The E[R] demonstrates that transitioning to a renewable energy economy can free resources for economic development. It means more and better jobs, greater energy independence, and it is more democratic as citizens attain more control of energy production. Compared with the Energy Information Agency energy outlook, the transition to renewables creates more jobs at every stage of the energy transition, with 34% more jobs by 2030.

Even today the United States mines a billion tons of coal each year, most of which is burned at home. Coal has monopolized almost half of US rail capacity, not counting eventual transportation of toxic coal ash which is the second largest waste stream in the country. The electricity sector is the largest user of freshwater, with a fossil based system using steam turbines, and coal is the worst culprit.

Coal trains pass each other in Campbell County. Coal trains are typically a mile long with 100 tons of coal in each of the 100 - 120 cars of the unit train.

Coal trains pass each other in Campbell County. Coal trains are typically a mile long with 100 tons of coal in each of the 100 – 120 cars of the unit train.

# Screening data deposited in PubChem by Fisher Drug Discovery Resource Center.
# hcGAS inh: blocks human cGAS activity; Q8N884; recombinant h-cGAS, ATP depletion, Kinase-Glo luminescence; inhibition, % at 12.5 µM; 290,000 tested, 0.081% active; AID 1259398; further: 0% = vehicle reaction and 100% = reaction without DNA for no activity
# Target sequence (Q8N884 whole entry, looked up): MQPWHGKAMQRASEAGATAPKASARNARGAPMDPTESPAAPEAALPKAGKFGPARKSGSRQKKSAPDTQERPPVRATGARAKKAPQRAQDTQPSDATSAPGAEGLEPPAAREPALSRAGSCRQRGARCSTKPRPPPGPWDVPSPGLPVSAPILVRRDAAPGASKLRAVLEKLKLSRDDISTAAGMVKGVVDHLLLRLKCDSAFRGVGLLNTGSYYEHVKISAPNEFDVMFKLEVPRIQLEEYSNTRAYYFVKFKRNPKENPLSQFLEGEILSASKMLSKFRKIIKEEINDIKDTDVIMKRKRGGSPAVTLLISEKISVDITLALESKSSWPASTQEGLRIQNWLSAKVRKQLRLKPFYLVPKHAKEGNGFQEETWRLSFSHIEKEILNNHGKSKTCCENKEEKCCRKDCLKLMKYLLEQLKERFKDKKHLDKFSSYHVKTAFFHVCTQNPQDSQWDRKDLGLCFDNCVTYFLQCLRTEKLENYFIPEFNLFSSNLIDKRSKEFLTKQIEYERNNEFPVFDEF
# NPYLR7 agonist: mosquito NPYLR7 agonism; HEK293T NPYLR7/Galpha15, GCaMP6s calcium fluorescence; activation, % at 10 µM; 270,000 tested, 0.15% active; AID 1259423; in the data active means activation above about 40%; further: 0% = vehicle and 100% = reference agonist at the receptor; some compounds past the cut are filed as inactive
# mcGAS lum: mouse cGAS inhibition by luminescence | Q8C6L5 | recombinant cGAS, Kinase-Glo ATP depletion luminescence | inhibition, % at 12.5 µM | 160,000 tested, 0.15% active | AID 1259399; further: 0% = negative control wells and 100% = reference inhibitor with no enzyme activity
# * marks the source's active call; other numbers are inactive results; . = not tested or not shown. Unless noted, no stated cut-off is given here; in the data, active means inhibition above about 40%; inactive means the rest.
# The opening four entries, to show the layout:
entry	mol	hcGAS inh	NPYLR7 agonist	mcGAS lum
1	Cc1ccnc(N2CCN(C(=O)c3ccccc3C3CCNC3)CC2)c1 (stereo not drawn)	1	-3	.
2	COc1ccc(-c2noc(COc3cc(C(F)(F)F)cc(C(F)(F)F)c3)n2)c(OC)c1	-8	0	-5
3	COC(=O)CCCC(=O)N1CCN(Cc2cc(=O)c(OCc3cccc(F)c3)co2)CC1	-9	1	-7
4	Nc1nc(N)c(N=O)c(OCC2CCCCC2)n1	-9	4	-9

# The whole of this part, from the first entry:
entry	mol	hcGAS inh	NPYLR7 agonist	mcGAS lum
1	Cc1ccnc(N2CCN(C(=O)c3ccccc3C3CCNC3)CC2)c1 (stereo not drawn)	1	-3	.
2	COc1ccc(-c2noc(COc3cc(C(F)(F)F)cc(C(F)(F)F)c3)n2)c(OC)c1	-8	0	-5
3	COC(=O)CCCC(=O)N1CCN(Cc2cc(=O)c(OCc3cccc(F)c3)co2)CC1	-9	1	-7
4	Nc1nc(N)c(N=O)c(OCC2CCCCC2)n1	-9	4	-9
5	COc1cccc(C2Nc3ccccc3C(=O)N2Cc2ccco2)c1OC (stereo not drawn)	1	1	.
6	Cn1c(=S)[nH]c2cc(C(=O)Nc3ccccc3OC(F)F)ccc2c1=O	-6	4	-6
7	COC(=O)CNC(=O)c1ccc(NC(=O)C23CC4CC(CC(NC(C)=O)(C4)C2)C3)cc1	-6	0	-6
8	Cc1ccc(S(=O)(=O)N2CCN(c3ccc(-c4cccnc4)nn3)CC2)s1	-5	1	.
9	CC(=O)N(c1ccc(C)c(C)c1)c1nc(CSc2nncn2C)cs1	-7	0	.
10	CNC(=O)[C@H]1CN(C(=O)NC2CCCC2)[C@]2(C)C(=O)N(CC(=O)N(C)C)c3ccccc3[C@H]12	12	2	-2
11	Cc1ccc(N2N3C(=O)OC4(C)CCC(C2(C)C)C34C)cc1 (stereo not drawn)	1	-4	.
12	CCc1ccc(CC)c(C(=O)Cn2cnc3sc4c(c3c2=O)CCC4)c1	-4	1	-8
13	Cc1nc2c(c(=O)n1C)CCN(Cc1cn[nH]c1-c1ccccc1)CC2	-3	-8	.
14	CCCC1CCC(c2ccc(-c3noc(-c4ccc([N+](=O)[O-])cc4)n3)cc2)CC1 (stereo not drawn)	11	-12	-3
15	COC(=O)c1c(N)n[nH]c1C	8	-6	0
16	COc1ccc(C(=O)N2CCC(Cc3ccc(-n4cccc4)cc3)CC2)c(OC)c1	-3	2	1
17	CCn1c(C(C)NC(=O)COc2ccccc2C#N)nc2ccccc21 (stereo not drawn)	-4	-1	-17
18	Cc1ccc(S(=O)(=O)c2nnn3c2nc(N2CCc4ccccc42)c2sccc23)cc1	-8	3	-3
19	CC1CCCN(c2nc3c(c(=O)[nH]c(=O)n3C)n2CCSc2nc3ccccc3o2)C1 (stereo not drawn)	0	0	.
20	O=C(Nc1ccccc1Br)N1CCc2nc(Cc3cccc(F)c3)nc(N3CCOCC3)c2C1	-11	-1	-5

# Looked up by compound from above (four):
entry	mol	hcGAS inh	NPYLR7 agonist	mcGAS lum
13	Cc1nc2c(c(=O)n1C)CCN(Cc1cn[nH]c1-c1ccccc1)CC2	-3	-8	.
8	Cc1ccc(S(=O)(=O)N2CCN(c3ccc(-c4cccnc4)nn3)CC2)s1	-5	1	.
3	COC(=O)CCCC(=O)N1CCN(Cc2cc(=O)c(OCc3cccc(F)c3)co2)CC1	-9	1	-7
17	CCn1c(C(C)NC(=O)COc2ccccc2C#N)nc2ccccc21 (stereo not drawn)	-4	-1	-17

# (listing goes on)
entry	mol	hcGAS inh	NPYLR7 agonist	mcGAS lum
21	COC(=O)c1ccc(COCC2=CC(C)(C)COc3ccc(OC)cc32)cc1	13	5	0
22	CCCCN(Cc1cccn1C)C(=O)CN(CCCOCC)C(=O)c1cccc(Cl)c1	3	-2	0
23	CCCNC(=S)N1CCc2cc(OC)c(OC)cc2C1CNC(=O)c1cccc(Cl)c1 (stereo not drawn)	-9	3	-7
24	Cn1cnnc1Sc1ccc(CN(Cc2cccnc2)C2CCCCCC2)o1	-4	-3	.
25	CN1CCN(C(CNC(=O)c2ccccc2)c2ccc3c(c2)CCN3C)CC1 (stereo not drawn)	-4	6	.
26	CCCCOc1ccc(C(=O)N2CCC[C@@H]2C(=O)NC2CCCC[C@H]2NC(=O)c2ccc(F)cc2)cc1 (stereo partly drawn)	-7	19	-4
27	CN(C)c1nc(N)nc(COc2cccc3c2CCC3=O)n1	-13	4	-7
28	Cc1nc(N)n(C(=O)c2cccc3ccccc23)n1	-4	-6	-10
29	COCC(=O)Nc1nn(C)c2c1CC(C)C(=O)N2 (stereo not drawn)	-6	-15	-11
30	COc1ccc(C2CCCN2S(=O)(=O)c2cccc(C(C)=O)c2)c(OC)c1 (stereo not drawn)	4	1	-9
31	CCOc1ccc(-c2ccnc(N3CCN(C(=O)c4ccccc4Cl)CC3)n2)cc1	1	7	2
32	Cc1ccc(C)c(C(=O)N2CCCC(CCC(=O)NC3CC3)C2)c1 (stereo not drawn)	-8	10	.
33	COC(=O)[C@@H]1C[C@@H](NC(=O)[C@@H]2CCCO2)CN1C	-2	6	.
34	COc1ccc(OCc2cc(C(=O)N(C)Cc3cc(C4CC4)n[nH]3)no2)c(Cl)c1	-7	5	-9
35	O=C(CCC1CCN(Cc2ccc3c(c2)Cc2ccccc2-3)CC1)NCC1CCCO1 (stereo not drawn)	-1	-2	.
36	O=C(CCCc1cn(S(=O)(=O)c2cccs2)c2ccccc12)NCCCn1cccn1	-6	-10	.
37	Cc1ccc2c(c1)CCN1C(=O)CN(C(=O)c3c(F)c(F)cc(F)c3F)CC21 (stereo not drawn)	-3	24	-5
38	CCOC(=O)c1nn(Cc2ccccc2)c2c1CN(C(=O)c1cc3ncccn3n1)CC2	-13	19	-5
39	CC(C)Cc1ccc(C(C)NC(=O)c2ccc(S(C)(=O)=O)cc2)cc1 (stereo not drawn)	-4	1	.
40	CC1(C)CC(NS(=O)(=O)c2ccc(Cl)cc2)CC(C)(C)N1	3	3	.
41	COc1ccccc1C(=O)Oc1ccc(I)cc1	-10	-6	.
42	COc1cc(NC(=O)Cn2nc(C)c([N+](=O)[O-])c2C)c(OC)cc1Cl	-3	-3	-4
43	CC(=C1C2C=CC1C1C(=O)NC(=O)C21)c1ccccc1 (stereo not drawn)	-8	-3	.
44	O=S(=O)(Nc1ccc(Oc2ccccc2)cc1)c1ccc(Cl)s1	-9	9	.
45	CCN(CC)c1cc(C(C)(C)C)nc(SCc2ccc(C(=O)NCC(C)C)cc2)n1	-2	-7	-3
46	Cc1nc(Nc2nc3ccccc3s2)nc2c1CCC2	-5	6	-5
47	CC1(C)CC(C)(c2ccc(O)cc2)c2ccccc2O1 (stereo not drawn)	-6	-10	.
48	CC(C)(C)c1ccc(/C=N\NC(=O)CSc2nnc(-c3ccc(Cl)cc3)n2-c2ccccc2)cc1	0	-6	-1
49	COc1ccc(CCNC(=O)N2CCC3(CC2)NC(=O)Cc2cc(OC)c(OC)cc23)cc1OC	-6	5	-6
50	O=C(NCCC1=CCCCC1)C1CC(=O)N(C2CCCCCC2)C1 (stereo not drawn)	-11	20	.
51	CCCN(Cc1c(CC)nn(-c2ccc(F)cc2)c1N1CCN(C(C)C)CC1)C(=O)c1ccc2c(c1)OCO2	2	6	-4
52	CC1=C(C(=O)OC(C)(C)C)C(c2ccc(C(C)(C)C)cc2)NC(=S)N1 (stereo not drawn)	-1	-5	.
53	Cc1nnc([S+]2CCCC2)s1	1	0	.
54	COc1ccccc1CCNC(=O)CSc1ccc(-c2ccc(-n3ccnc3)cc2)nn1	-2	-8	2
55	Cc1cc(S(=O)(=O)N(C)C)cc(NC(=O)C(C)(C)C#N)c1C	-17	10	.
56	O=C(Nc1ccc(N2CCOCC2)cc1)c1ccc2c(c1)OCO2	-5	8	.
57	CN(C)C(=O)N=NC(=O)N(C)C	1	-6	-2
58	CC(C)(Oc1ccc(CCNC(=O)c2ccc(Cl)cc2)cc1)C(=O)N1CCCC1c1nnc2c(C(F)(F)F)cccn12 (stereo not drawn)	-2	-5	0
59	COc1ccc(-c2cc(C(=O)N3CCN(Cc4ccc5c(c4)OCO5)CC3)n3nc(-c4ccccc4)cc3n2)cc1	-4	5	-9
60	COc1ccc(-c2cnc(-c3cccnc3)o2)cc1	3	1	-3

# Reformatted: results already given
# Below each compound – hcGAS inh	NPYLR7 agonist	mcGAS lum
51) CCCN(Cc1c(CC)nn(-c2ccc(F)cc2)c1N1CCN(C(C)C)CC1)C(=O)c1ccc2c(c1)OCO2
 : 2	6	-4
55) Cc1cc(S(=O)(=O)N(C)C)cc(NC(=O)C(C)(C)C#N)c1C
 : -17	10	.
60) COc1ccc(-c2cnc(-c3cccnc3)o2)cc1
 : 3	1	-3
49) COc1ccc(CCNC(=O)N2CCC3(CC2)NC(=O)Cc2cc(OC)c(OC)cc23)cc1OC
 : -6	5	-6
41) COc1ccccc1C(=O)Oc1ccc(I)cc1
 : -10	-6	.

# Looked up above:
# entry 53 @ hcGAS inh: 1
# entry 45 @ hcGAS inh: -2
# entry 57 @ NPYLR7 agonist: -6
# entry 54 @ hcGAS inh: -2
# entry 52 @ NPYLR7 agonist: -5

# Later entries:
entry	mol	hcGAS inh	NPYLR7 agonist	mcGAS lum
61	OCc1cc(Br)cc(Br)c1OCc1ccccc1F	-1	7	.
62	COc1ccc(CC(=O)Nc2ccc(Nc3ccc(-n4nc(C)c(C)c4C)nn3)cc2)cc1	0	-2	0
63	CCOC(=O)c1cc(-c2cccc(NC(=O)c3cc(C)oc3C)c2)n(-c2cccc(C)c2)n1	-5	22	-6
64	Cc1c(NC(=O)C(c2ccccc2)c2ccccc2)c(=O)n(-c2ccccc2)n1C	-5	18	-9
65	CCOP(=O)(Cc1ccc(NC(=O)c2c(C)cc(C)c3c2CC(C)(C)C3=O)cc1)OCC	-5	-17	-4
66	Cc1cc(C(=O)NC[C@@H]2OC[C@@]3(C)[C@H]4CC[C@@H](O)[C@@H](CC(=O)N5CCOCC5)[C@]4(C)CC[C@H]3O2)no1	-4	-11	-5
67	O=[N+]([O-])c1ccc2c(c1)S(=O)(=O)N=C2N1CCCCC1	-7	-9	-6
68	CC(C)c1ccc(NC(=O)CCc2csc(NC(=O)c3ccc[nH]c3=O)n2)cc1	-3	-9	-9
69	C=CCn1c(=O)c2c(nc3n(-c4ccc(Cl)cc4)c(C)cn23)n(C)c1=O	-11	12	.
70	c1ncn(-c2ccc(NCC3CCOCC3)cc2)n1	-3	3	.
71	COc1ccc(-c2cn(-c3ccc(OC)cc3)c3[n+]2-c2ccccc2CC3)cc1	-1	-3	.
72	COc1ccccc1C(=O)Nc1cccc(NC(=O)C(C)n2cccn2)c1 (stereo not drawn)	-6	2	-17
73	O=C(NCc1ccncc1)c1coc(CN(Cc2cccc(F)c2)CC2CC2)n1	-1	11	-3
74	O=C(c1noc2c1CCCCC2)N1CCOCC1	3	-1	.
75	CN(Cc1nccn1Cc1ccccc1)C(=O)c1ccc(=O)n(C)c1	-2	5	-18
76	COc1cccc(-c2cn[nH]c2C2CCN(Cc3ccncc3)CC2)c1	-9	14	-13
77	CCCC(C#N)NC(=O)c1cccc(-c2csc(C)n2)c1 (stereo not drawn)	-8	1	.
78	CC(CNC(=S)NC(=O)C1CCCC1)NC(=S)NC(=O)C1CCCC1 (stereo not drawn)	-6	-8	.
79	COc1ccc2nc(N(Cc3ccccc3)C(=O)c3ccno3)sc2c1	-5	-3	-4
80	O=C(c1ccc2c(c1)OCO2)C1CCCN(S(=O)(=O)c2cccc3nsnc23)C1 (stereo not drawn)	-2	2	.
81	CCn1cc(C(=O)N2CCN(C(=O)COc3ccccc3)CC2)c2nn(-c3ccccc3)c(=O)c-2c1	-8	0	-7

Water impacts are also a dominant concern of oil and gas extraction. Fracking has come to symbolize wanton abuse by an industry historically unfettered by federal health standards. Parts of the country like West Texas are stricken by historic drought, and they are sucked even dryer to get at the fuel probably itself an instigator of a phenomenal lack of rain. Meanwhile, re-injecting itsfracking wastes has made neighboring Oklahoma the second most earthquake-prone state.

It is incredibly frustrating to see the rise of extreme fossil fuel extraction, particularly attempts by oil companies to drill in the Arctic. Global warming and melting ice may make the Arctic more accessible, but the local climate and remoteness still make it vastly more expensive. The fact that industry is having to rely on more extreme and costly extraction methods is a sign its end is coming. The US coal industry is investing in exports for itssurvival. People from Oregon and Washington aren’t so interested in turning their green states into a coal hub. Coal, oil, and methane gas from anywhere sully the planet everywhere.